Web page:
Caesar Trunzo, ex-state senator, laid to rest Monday
Nearly 400 mourners, including some of the state's most prominent public officials, gathered Monday at a funeral Mass in Brentwood to praise Caesar Trunzo for his half-century-long public career.
Afterward, a group of 50 close friends and relatives paid final respects to the former state senator, laying roses on his coffin as a Suffolk police bagpiper played "Amazing Grace" at St. Charles Cemetery in Farmingdale, where Trunzo was buried.
Trunzo, who spent 36 years in Albany and 29 years as Islip Town GOP chairman, died Wednesday after suffering complications from pneumonia. He was 87.
"He was a public servant longer than I've been alive and I'm 52," said state Sen. John Flanagan (R-East Northport), who delivered the eulogy at St. Anne's Roman Catholic Church.
"The reason we're here is not because Caesar died, but because of the way he lived," said the Rev. Stephen Pietrowski, St. Anne's pastor. "He was a great politician, a man of faith" -- and also a "great usher," said Pietrowski, referring to Trunzo's weekly role at 5 p.m. Mass on Saturdays, where he routinely greeted churchgoers. Sometimes he showed up in a tuxedo because of events he had to attend later.
Those paying respects Monday included Long Island's nine-member State Senate delegation, led by Senate co-leader Dean Skelos (R-Rockville Centre), and retired Sen. Owen Johnson, who was first elected with Trunzo in 1972. State Comptroller Thomas DiNapoli, who as an assemblyman worked closely with Trunzo when both chaired their chambers' civil service committees, and A. Gail Prudenti, the state's chief administrative judge, also attended.
Local officials included Suffolk County Treasurer Angie Carpenter, Islip Supervisor Tom Croci, Islip GOP chairman Frank Tantone, Suffolk OTB vice president and Babylon GOP chairman Tony Pancella, and Suffolk PBA president Noel DeGerolamo.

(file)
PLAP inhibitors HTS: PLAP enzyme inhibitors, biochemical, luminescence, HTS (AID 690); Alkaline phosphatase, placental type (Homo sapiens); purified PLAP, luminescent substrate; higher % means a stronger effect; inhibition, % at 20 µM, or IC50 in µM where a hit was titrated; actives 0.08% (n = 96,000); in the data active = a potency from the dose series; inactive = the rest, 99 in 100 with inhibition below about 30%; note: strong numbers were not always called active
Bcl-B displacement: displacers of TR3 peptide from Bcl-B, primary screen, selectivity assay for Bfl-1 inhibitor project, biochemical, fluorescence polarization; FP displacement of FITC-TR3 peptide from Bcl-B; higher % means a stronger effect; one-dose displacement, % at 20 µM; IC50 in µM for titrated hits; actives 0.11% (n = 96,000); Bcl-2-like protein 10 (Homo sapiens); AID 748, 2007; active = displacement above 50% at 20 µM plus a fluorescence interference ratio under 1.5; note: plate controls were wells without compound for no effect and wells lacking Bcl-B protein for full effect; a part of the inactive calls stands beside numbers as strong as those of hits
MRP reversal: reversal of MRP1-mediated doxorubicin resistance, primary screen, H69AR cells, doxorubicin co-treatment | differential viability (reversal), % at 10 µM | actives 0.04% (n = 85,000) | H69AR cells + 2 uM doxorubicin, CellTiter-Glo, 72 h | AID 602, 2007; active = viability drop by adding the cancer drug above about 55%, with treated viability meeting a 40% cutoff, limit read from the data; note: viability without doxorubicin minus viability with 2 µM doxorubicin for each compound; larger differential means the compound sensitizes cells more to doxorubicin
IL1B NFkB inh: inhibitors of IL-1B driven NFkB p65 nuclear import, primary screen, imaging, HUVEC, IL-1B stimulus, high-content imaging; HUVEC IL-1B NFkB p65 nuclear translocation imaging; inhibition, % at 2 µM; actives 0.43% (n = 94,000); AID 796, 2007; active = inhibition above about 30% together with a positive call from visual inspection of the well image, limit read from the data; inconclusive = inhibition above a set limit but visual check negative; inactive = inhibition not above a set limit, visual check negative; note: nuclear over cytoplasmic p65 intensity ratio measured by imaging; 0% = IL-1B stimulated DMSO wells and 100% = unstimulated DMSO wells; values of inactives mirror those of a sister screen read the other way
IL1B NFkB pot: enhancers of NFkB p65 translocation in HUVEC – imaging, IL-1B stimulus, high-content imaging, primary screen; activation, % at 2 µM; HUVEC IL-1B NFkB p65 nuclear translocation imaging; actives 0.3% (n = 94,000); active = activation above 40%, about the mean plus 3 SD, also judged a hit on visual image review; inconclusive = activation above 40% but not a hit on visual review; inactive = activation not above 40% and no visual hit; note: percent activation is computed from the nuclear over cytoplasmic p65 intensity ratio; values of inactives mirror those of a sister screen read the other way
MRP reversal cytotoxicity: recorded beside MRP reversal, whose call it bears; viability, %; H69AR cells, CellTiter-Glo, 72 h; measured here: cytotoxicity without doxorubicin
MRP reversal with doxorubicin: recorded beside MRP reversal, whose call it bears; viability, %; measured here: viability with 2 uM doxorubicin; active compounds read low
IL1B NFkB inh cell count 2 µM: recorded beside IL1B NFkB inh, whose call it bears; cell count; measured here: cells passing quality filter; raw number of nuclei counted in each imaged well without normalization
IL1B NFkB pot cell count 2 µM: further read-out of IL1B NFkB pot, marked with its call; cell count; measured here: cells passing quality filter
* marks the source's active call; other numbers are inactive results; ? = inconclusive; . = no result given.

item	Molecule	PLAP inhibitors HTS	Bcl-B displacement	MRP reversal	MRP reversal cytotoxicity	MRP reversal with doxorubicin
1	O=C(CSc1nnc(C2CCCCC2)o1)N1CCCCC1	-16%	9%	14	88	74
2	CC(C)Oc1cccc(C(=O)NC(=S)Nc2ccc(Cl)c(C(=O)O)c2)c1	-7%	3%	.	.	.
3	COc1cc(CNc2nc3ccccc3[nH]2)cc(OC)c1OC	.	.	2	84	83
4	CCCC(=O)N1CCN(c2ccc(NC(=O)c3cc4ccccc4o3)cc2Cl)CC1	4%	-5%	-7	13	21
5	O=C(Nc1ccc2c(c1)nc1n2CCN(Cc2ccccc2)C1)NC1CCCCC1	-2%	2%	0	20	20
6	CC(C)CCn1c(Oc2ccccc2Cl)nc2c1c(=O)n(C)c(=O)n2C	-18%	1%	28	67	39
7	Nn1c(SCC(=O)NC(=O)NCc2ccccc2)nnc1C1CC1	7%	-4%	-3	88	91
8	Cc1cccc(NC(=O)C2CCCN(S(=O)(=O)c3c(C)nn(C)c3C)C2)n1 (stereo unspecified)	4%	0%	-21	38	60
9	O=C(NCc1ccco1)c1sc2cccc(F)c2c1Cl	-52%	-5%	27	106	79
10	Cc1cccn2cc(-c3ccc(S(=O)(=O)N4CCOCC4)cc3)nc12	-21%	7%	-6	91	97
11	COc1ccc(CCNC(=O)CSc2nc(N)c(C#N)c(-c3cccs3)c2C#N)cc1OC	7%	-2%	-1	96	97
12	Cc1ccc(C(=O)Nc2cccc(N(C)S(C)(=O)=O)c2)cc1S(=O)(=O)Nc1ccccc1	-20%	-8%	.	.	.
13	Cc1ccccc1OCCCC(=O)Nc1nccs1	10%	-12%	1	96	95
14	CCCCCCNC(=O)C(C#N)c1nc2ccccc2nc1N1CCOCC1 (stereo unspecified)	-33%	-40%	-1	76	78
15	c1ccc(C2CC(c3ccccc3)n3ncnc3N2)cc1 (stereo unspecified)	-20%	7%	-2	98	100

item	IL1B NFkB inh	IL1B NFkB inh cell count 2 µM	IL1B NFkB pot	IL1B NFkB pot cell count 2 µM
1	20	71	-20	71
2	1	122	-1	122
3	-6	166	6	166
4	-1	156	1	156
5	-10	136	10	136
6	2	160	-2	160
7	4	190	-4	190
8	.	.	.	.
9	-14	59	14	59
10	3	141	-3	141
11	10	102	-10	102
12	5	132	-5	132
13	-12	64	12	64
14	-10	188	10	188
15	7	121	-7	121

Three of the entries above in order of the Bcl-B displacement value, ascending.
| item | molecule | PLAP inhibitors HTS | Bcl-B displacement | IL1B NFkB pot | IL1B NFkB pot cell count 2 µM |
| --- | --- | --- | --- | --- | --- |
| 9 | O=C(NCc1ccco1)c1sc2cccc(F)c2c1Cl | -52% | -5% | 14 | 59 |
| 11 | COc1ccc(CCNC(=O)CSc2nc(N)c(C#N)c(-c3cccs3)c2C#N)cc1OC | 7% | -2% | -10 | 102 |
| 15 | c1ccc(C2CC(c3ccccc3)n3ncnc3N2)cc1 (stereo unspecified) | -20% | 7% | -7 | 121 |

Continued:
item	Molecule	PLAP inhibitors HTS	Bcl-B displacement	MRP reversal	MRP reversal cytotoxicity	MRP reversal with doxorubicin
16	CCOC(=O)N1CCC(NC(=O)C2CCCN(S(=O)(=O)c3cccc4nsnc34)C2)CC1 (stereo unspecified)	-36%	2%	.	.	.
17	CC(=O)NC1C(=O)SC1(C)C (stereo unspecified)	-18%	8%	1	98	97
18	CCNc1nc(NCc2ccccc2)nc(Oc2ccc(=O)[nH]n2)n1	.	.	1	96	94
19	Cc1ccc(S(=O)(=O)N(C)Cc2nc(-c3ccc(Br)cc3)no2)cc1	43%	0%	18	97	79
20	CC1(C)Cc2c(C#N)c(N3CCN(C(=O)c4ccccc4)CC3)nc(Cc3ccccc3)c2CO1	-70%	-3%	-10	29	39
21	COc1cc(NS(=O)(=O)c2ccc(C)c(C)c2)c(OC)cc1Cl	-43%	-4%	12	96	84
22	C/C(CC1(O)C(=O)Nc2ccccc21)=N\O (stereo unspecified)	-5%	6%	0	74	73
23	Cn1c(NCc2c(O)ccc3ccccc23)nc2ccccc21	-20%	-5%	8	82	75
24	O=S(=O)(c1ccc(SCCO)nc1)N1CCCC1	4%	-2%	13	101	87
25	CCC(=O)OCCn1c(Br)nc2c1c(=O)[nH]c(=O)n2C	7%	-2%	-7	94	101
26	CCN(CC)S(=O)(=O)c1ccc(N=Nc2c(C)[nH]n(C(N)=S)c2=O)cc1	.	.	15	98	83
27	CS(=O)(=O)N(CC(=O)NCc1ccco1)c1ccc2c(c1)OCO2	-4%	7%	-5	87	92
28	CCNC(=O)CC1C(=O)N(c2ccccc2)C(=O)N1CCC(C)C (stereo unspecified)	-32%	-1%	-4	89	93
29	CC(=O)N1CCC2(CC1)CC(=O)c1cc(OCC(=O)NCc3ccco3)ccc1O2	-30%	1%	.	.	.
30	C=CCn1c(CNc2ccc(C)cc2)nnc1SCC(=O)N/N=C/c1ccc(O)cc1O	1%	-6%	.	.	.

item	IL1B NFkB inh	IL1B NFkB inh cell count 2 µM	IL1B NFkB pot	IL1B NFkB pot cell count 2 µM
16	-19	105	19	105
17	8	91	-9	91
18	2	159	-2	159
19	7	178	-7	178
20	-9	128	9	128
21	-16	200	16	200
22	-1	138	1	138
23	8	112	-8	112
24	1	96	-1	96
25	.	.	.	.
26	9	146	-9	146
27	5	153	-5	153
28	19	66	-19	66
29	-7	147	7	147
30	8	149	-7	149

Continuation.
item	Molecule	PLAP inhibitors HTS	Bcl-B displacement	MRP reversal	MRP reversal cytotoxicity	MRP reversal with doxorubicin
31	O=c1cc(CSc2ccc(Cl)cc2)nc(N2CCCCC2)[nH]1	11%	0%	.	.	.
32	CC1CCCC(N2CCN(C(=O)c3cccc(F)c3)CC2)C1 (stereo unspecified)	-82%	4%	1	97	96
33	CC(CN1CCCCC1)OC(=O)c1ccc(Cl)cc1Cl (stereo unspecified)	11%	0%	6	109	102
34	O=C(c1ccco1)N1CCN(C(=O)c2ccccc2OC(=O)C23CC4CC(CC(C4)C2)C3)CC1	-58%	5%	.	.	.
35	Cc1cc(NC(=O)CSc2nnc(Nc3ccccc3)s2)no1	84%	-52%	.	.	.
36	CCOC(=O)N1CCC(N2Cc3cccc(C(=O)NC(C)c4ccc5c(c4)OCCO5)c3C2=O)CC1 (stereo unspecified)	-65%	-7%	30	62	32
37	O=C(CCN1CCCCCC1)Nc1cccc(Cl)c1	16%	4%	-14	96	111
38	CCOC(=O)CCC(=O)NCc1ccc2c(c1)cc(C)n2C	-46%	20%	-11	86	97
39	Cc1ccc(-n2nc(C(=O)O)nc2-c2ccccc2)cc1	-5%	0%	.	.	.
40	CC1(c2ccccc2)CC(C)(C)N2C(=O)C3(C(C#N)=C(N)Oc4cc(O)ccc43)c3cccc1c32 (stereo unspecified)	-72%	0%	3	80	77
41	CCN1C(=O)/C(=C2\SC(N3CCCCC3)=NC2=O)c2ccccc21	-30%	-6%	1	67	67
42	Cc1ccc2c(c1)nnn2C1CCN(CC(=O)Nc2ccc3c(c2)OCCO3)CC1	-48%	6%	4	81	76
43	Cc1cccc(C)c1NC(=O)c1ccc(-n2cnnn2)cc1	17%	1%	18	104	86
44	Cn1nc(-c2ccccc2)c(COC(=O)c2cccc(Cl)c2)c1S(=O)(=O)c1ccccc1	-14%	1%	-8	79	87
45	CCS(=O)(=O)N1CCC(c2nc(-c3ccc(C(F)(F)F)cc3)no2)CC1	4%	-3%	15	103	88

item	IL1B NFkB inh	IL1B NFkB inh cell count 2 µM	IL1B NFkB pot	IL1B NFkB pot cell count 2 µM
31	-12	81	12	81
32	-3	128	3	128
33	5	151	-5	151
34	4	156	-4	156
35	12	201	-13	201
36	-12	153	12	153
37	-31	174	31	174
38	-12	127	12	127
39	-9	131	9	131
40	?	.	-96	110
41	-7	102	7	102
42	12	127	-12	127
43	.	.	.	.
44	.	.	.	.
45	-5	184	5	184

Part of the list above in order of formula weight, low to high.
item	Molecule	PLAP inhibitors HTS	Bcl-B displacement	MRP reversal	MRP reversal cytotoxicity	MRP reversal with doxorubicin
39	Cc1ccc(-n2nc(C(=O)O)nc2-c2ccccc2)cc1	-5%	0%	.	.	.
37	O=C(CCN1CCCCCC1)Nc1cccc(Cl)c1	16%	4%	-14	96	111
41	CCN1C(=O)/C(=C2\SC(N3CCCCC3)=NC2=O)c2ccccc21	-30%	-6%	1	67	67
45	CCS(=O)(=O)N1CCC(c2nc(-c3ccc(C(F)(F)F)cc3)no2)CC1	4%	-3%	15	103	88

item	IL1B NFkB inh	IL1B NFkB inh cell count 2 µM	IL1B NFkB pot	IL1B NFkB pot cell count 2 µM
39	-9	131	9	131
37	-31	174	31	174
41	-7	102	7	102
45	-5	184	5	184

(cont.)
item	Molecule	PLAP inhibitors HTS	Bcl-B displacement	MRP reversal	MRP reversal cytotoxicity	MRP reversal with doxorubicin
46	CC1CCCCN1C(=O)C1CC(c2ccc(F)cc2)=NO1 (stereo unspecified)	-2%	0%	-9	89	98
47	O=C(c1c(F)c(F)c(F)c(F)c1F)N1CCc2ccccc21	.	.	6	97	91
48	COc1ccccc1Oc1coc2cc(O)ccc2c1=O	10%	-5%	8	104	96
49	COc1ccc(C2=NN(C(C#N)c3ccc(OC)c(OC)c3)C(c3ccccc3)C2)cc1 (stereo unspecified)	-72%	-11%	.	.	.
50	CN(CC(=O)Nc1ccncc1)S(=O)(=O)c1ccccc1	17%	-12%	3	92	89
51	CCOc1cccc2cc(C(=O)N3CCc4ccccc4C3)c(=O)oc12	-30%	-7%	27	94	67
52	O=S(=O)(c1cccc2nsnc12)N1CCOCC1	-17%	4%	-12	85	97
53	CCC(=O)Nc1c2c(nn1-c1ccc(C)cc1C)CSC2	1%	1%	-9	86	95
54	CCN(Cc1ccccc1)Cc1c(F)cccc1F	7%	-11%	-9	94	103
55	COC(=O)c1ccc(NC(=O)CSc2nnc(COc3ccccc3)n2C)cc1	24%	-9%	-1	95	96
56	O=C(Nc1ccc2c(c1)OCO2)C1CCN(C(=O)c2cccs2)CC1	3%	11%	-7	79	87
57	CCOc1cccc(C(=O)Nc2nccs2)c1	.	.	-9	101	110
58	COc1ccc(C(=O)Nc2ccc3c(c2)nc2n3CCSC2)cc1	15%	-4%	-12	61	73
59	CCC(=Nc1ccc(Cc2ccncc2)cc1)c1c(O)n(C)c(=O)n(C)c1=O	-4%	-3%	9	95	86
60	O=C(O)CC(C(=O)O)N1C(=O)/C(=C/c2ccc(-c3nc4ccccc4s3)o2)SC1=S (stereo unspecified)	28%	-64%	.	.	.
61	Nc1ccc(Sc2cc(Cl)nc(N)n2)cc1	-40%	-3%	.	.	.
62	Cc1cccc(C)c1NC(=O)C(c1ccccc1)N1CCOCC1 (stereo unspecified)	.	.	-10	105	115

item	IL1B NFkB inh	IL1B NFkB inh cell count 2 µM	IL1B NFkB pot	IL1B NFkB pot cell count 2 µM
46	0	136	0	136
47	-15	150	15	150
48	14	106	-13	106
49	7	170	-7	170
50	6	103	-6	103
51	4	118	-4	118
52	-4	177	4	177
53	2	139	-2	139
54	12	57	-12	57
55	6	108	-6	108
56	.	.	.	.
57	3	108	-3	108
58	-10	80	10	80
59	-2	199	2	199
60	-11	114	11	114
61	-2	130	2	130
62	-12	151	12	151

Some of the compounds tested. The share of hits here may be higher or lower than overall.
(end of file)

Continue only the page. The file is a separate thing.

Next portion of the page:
The Rev. Frank Nelson, a former St. Anne's pastor who heads Maria Regina parish in Seaford, said that although Trunzo wielded significant clout in Albany, he understood the role of power is "not to be served, but to be in service to others." Among the dozens of groups Trunzo helped was St. Anne's, which received state aid for an elevator to the basement soup kitchen.
Flanagan said Trunzo brought "millions and millions and millions" of dollars back to his district for projects for which he often did not seek credit.
"He knew what mattered and it what was happening in the schoolhouse, the PTA and the community," Flanagan said.
Trunzo also was devoted to his family and particularly his wife, Lorraine, to whom he was married for 62 years until her death in 2011 and had met when he was 7, Flanagan recalled. "The only time people said Caesar raised his voice was on the phone with Lorraine. But then the conversation often was cut short on the other end," Flanagan said.
Flanagan cited Trunzo's unstinting loyalty as a key political strength. He recalled that some had feared in 1994 that Trunzo might face retribution for sticking with Sen. Ralph Marino (R-Muttontown) during his ouster as majority leader. But Marino's successor as Senate leader, Sen. Joseph L. Bruno (R-Brunswick) didn't punish him, "because he understood from that day forward, he would have Caesar's complete loyalty as leader," Flanagan said.